Missile silo makeover

by Donna Benton

“When people see what I’m doing here, either they think I’m crazy or they think it is the coolest thing ever,” said G.T. Hill. After spending an afternoon with G.T. exploring his heavy metal modifications and the rusty recesses of his Cold War era missile silo turned-upscale living and event space along Highway 36 near Vilonia, I think he IS a little crazy, AND it’s the coolest thing ever!      

If you lived in Central Arkansas in the 1960s and 1970s, you probably passed by the unassuming angled steel post entryway of one of these missile sites, without giving much thought to the massive nuclear rocket lying in wait just beneath a meadow of waving native grasses. The nine megatons of thermonuclear warhead was on a seven-story rocket with a range of 5,500 miles, to be specific! I don’t know exactly what megatons are, but it was one of the big ones, meant to be a deterrent to evil empires, the kind where the president speaks a secret code into the red briefcase phone, and two guys down in the launch room turn special keys in unison…that kind of bomb! A Titan II Intercontinental Ballistic Missile.

G.T. Hill stands in the tunnel between the entry portal and the silo that once housed the Titan II Missile. (Mike Kemp photo)

Local folks didn’t give much thought to these missile bases until 1980, when workers at the Damascus site infamously dropped a tool into the launch bay which ruptured a fuel tank and caused an explosion that catapulted the warhead through the 700-ton silo door and into a field nearby. Luckily, the warhead did not deploy, and we all remain to tell the tale.

There were 18 of these sites around Central Arkansas. I don’t like to think too much about why the government thought our relatively rural area would be a good place to situate these mammoth nukes, but thankfully the Titan II’s were decommissioned in 1981. Under the terms of a disarmament treaty with Russia, the sites were destroyed. 

The tops of the silos were imploded with explosives and the launch bay and entry shaft were filled with dirt and debris and closed forever… at least until G.T. Hill came along.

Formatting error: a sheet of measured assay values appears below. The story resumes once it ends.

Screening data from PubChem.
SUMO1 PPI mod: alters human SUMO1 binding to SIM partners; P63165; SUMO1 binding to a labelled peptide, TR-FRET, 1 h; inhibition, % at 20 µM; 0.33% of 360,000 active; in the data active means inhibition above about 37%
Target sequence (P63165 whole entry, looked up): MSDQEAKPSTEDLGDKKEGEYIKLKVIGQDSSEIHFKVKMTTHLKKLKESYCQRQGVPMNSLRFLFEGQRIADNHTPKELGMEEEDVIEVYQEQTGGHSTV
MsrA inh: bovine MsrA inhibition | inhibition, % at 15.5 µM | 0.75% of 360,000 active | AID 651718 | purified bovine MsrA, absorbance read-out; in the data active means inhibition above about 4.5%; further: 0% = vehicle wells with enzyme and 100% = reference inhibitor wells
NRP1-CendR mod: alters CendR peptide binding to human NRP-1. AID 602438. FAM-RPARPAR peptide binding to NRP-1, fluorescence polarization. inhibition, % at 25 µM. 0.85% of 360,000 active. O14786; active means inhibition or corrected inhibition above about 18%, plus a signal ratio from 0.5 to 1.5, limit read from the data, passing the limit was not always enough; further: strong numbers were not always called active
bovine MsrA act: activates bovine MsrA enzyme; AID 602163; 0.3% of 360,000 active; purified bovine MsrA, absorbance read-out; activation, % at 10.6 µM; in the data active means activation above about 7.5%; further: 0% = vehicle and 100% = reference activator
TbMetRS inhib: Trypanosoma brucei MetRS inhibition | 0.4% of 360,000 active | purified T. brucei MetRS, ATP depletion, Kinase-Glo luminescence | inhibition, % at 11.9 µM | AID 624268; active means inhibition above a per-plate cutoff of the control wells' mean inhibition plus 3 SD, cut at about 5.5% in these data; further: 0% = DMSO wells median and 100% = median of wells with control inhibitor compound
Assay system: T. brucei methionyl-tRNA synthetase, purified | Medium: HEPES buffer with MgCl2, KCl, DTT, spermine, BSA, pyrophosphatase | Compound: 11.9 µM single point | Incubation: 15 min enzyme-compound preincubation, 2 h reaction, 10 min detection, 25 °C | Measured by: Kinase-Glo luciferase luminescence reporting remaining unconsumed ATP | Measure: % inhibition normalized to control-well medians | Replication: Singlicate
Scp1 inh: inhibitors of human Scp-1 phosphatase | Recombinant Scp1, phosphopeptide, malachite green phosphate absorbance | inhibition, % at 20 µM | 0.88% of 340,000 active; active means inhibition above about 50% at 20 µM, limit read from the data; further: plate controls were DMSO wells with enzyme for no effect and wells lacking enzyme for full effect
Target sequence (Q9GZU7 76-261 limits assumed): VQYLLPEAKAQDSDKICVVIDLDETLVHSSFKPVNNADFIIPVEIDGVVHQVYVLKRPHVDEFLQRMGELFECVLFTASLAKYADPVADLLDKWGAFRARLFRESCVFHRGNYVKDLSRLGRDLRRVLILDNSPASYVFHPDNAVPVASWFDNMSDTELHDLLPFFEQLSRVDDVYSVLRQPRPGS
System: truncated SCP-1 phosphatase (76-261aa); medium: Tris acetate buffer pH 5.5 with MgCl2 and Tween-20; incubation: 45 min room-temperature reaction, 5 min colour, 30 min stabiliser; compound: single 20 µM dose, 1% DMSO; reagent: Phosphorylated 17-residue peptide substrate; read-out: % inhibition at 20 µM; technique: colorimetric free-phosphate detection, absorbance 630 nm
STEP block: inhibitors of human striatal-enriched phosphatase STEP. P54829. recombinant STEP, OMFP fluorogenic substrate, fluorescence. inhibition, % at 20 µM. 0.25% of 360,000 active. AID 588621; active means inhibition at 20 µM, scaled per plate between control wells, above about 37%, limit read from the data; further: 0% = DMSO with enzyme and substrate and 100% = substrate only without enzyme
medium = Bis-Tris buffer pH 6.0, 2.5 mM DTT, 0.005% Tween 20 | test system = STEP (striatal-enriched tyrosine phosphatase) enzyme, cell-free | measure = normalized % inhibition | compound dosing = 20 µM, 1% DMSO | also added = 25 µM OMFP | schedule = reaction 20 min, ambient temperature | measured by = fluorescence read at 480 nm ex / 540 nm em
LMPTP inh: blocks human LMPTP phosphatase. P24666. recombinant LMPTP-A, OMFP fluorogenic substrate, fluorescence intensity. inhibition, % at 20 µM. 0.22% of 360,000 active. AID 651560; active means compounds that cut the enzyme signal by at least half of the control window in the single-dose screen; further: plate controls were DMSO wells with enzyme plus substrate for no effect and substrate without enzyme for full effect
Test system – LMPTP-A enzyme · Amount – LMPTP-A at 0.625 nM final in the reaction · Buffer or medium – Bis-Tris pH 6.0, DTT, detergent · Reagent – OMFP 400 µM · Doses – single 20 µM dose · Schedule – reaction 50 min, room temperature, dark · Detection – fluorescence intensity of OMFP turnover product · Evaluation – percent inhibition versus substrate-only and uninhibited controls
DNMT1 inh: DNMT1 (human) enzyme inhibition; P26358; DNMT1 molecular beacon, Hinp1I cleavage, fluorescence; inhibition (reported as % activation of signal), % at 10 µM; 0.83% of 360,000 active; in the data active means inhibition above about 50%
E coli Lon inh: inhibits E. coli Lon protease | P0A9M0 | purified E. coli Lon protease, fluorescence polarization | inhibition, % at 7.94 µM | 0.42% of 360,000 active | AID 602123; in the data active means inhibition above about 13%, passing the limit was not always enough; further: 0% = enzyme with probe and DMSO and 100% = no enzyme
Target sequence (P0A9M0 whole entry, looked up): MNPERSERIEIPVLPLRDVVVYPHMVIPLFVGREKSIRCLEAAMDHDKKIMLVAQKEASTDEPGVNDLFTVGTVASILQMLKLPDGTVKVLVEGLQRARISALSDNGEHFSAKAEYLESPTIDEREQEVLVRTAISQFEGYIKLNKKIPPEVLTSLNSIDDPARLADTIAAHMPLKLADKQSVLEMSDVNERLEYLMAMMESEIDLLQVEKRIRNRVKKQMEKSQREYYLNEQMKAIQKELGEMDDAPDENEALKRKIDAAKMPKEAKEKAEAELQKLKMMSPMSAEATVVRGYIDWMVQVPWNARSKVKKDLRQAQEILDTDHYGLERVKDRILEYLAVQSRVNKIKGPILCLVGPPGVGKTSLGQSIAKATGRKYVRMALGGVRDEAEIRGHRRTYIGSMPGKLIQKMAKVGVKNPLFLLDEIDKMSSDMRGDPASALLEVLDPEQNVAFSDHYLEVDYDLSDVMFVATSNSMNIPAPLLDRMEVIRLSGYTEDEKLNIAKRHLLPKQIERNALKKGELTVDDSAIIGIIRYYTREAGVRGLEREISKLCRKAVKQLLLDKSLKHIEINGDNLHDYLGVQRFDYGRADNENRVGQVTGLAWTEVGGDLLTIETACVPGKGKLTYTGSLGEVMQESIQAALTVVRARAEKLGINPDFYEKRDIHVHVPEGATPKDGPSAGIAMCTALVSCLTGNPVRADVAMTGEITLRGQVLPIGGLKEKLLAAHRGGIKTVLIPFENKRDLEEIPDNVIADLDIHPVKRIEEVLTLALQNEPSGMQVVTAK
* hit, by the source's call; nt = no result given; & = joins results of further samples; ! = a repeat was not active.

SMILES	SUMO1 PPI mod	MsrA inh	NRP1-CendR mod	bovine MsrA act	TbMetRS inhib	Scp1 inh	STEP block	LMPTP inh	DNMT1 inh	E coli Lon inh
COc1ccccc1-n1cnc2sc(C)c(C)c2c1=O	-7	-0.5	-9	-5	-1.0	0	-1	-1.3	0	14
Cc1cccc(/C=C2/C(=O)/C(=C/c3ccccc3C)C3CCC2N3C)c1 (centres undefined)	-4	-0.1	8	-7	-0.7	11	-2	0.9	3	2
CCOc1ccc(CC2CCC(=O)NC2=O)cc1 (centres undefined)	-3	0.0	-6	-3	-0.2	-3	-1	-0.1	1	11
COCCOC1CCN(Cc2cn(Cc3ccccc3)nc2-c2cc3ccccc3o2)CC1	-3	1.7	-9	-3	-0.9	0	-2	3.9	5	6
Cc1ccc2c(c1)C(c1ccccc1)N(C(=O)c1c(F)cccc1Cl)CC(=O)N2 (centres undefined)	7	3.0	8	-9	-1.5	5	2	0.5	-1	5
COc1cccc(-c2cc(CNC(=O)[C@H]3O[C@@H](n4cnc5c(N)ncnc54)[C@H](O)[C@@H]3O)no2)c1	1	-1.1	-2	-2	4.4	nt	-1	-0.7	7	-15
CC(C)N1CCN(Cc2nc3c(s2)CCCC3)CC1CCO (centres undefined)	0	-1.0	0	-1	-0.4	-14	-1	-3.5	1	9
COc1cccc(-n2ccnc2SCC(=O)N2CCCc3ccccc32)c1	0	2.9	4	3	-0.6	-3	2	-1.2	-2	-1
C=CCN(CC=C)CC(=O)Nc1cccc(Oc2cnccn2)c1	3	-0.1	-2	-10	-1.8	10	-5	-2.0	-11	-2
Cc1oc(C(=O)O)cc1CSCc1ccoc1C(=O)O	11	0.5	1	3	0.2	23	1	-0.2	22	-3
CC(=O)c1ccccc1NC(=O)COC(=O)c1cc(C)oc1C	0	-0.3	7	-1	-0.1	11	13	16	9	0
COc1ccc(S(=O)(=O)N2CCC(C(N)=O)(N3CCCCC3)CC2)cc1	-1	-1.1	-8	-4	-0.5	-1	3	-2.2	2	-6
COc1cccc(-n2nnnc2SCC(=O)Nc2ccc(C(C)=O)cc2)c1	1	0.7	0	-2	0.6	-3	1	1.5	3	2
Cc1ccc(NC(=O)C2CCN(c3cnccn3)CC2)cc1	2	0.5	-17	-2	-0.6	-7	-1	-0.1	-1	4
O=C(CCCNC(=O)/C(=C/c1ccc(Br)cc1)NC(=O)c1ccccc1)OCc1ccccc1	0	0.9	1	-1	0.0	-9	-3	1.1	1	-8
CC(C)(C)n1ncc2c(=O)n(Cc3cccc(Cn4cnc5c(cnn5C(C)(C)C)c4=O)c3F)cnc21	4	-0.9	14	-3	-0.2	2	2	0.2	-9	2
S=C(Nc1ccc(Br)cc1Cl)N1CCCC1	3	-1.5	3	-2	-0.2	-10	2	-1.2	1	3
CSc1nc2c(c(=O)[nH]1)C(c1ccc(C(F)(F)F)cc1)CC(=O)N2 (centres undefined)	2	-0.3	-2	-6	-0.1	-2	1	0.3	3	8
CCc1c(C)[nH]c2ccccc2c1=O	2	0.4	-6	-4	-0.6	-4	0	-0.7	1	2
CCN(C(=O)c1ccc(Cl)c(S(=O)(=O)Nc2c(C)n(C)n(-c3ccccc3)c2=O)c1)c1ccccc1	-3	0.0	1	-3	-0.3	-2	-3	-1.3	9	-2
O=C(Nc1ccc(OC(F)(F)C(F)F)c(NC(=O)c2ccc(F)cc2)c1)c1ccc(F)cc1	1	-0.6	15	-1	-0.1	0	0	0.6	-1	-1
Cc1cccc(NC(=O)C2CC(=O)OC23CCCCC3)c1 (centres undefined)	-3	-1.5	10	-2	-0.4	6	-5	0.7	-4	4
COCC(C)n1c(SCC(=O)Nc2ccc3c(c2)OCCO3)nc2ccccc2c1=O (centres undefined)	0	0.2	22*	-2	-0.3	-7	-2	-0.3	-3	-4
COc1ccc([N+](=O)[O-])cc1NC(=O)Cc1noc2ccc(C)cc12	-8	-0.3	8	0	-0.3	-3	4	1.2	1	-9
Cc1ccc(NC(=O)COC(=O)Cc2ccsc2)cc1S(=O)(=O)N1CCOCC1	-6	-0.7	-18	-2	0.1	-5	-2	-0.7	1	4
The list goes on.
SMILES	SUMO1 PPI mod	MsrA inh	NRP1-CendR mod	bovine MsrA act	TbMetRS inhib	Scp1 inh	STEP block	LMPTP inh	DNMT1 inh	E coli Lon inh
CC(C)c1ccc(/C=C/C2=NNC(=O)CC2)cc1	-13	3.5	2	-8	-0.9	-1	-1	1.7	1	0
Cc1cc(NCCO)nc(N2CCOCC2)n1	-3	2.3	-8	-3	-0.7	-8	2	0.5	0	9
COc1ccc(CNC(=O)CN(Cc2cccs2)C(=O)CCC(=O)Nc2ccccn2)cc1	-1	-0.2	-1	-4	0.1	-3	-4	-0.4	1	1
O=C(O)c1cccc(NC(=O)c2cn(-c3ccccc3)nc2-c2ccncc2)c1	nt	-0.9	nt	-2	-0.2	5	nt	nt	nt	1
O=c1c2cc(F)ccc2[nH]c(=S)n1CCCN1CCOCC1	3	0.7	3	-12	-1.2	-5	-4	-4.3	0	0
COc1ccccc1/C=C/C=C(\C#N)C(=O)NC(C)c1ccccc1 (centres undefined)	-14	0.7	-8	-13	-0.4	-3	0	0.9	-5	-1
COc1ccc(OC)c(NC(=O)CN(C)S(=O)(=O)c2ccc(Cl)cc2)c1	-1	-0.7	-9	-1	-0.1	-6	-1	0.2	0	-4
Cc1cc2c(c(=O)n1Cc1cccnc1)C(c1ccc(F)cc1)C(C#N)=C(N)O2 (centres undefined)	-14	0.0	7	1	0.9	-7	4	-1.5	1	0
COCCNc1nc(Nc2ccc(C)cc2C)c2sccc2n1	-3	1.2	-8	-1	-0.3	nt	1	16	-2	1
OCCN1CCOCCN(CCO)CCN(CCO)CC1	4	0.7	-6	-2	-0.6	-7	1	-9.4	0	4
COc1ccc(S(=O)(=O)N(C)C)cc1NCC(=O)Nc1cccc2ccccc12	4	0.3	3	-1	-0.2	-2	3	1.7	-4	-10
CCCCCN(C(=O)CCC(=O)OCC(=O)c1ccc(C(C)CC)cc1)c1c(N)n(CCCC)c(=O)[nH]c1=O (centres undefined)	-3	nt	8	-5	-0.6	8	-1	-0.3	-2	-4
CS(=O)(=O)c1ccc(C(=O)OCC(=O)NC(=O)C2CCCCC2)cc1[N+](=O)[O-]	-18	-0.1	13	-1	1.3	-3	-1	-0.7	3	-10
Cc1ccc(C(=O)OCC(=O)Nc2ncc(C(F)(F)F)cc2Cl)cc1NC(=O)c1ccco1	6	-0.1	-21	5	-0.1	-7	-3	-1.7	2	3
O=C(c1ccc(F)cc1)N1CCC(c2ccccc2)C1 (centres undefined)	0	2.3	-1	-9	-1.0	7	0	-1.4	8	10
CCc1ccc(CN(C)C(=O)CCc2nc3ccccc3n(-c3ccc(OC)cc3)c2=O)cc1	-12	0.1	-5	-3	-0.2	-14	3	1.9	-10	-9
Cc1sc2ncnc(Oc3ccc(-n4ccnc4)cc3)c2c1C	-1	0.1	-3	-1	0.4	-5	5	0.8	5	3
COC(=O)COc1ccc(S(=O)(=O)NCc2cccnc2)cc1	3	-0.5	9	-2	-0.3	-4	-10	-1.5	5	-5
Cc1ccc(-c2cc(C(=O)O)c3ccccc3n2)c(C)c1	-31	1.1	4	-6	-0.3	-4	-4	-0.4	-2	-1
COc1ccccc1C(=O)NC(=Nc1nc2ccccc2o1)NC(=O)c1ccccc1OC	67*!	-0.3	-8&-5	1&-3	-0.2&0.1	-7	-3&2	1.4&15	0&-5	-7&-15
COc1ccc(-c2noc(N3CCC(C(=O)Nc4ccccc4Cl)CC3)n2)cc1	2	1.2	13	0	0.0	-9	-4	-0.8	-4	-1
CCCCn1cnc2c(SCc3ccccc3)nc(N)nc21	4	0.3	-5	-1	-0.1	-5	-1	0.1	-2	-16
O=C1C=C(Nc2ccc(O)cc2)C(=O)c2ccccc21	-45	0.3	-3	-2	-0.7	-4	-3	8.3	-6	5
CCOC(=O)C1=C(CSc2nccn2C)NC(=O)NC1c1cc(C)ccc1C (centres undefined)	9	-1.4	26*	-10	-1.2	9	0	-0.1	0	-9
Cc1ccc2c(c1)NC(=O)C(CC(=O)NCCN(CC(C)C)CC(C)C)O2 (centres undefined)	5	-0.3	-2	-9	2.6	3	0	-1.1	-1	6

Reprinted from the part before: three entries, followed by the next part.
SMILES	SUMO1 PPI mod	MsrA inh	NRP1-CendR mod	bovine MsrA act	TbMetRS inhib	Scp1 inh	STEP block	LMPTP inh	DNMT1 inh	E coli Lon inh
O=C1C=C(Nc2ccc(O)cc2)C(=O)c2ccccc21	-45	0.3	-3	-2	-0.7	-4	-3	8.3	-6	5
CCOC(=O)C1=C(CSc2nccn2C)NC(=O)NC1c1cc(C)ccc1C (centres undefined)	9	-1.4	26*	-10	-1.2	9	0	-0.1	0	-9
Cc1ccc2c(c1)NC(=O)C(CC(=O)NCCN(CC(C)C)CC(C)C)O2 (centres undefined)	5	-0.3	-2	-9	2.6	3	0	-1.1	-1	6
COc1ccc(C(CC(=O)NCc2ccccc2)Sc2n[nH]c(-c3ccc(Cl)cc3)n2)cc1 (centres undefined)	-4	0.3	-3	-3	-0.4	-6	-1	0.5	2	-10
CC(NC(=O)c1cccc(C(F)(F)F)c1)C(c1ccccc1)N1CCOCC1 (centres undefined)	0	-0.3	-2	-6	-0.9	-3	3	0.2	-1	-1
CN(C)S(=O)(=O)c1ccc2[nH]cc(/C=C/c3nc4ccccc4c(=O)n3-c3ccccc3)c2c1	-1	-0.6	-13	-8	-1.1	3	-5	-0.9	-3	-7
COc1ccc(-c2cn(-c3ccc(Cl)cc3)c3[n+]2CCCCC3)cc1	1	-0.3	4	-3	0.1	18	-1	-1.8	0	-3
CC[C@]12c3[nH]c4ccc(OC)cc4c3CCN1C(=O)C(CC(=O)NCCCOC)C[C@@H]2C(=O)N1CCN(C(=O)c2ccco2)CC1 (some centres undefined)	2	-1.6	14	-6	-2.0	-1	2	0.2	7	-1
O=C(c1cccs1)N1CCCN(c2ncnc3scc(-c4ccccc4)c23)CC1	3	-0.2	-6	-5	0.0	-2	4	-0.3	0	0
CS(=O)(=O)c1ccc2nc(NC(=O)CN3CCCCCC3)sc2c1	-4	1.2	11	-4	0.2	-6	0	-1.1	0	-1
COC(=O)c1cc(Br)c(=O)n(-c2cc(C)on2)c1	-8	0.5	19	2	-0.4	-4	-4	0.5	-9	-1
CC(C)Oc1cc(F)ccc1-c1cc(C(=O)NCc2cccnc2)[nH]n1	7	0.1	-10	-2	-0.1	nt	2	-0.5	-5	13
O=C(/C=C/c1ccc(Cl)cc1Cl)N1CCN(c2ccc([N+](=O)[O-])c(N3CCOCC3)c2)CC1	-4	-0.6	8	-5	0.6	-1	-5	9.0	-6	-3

Several years ago, G.T acquired one of the decommissioned Titan II sites in Faulkner County and he set about painstakingly resurrecting and restoring the tunnels and chambers that had been buried beneath the earth for decades. The project was much like an archaeological dig. The access portal and rocket chamber doors had been destroyed, buried and covered over in grass, so the first challenge was finding the thing. Once the thee-story-deep access portal was located, G.T. and his crew began the arduous process of removing the fill dirt, rocks and giant chunks of concrete that filled the 35-foot-deep entry shaft.

Eventually, enough of the fill and debris had been removed from the access portal to reach the entry door 35 feet below the surface. The six-ton hardened steel door was sealed closed with a giant hydraulic lock. This door was made to withstand a nuclear blast from the outside or from within in case of an accident. Opening the door took some serious engineering and some heavy equipment, but on Oct. 13, 2010, G.T. and his crew opened the door to the silo for the first time in 35 years. 

Opening the silo door for the first time would be exciting in its own right, but the chamber behind the door was flooded and 250 tons of water blasted through the open door in seconds and flooded the access portal where the workers were. The crew had to be whisked to safety in an excavator bucket. That night, still shaken from the flooded door opening, G.T. and his crew explored the silo for the first time. “Walking through the dark flooded silo for the first time was the most scared I have ever been” G.T. recalled. “I thought what have I gotten myself into?” 

After the flooded silo was opened and the chambers were explored, the extensive cleanup began. (G.T. Hill photo)

After untold investment and countless man hours of pumping water, dirt and mud removal, cleaning, sandblasting, painting and rebuilding, along with scrapping all the abandoned parts and equipment necessary to manage a nuclear missile, but not needed for G.T.’s well-appointed nuclear hideaway, he is ready to share his secret subterranean sanctuary with the rest of the world – at least until the zombie apocalypse, then you are on your own.

The launch control center is now a three-story meeting room and event space that is available for meetings, parties, unique weddings or any kind of event. Along with hosting special events, Titan Ranch offers team-building activities like sporting clays, axe throwing, UAV (drone) operation and even heavy equipment operating.

If you want to hear more about the heartaches and victories of turning a buried nuclear missile silo into an upscale living and event space, complete with some near-death drama, the whole process is documented in a series of detailed videos at titanranch.com.

Donna Benton
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